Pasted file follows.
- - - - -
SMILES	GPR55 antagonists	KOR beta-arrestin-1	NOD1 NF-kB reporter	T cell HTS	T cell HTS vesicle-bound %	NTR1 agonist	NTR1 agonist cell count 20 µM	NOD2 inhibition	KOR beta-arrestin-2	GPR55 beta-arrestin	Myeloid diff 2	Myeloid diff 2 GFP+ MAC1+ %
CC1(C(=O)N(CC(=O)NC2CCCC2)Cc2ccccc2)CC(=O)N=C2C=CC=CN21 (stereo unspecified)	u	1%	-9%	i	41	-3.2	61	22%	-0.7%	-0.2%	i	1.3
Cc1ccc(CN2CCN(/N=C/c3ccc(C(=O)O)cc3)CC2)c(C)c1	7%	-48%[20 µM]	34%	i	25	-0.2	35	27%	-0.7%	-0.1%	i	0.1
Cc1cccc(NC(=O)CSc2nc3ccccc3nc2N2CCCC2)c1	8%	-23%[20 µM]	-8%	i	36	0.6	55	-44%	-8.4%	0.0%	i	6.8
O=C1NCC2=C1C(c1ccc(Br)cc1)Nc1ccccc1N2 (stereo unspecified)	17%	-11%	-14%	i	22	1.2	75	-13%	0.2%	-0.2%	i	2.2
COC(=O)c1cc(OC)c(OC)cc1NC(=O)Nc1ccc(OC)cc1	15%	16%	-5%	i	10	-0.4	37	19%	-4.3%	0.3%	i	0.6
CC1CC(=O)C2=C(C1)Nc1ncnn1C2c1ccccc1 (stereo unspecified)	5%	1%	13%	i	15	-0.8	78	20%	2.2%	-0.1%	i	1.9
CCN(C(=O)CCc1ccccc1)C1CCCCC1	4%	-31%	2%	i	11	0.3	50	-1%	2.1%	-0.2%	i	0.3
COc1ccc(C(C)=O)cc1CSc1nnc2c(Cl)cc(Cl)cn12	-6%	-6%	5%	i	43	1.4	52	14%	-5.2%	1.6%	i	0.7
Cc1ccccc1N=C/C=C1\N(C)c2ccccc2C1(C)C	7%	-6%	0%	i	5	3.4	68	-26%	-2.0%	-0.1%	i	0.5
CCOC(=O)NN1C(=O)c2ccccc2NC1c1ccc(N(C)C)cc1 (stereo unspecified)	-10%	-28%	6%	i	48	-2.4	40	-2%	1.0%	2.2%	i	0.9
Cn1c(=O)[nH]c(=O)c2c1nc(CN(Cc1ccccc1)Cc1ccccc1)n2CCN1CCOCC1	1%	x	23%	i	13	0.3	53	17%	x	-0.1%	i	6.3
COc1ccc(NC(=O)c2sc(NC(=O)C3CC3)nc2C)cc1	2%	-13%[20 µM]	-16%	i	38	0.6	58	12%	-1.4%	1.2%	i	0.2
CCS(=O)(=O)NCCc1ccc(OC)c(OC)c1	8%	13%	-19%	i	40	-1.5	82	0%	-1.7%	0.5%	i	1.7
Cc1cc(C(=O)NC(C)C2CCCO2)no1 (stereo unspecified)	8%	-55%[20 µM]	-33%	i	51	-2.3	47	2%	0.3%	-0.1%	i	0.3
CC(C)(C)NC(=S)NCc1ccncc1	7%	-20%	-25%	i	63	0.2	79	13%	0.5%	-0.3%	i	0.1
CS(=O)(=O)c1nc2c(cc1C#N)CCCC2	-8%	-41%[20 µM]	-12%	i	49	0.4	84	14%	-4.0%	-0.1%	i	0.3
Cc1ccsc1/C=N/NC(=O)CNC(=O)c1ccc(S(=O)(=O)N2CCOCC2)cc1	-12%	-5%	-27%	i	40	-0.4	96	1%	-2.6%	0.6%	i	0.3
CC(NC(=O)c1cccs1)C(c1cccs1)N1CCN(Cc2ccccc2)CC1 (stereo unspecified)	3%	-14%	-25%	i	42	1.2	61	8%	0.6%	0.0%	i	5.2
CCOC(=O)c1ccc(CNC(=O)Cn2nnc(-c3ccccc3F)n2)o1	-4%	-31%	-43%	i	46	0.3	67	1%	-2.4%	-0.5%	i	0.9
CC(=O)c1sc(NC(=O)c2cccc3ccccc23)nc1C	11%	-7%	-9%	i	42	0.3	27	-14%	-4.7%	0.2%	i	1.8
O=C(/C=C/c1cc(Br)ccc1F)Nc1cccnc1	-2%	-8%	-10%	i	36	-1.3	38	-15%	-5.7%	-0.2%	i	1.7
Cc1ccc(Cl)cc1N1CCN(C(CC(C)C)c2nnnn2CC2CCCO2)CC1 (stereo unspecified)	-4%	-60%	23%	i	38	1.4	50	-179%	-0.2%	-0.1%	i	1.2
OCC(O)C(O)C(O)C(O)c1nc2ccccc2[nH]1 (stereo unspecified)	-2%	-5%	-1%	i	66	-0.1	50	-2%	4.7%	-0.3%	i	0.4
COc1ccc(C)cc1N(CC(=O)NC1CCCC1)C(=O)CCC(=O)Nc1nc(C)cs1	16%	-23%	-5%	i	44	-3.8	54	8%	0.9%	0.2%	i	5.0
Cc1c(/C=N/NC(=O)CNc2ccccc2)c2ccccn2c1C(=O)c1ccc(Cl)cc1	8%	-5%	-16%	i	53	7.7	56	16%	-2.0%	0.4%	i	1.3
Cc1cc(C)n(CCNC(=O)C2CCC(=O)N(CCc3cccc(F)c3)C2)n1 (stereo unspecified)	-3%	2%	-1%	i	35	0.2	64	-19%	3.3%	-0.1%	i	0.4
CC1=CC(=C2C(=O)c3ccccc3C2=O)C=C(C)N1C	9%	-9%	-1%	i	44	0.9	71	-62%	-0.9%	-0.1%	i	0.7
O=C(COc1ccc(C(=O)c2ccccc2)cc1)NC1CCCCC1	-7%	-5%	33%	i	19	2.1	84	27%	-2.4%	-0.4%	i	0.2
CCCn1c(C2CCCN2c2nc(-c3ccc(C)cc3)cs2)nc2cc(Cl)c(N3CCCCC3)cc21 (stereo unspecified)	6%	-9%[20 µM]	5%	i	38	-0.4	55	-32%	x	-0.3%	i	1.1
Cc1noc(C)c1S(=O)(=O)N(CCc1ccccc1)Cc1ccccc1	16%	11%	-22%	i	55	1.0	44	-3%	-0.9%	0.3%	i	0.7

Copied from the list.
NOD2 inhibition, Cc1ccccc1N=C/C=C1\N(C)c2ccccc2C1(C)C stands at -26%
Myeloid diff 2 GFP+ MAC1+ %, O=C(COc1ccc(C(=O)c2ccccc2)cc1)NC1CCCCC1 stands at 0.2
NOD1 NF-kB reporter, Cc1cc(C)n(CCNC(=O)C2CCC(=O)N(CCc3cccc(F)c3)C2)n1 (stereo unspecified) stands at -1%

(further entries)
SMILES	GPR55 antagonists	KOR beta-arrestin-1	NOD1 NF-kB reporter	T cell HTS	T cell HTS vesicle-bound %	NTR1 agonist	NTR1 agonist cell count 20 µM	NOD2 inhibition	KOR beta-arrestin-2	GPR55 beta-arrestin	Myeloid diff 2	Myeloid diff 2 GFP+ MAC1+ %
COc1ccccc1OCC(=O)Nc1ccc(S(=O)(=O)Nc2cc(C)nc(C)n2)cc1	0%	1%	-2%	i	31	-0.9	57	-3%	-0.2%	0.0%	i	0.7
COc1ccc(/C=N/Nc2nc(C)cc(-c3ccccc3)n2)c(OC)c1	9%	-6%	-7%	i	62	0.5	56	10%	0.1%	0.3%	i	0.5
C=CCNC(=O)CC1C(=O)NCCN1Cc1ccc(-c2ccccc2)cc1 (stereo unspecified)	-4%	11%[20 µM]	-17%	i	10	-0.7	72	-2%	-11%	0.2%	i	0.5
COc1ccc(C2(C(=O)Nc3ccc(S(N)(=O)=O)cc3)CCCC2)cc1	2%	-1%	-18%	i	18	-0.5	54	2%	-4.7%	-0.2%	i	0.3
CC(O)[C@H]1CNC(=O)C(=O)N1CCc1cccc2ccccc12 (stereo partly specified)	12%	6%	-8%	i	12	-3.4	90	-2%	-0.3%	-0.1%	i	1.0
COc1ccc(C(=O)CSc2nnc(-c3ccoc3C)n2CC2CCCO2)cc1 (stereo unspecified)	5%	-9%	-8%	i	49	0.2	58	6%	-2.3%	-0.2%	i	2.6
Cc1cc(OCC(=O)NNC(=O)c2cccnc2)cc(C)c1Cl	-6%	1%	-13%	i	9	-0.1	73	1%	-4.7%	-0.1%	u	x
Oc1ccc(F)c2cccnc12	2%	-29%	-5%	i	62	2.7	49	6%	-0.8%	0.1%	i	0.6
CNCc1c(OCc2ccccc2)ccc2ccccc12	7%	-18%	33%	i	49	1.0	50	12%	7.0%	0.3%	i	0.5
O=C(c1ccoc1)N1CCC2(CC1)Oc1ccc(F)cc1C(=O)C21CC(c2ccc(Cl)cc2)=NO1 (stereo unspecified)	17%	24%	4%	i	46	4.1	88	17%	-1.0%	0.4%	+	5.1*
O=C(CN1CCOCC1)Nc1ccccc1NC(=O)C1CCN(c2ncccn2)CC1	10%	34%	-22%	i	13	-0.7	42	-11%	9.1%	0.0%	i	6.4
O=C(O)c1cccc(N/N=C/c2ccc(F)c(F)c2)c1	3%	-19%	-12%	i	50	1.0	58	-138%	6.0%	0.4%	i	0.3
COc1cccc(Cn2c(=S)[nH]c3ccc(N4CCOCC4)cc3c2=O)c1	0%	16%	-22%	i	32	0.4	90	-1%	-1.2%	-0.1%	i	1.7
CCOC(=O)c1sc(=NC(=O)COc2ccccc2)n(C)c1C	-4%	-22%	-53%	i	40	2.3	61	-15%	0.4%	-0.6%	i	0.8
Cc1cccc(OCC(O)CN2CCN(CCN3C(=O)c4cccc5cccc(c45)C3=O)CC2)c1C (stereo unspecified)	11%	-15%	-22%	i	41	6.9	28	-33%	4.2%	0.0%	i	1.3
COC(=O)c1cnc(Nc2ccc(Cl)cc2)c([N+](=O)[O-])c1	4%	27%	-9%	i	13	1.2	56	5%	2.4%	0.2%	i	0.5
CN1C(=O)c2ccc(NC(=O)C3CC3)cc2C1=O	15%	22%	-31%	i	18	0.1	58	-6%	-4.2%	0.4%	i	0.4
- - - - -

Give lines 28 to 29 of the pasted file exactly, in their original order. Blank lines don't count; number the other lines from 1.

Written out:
CC1=CC(=C2C(=O)c3ccccc3C2=O)C=C(C)N1C	9%	-9%	-1%	i	44	0.9	71	-62%	-0.9%	-0.1%	i	0.7
O=C(COc1ccc(C(=O)c2ccccc2)cc1)NC1CCCCC1	-7%	-5%	33%	i	19	2.1	84	27%	-2.4%	-0.4%	i	0.2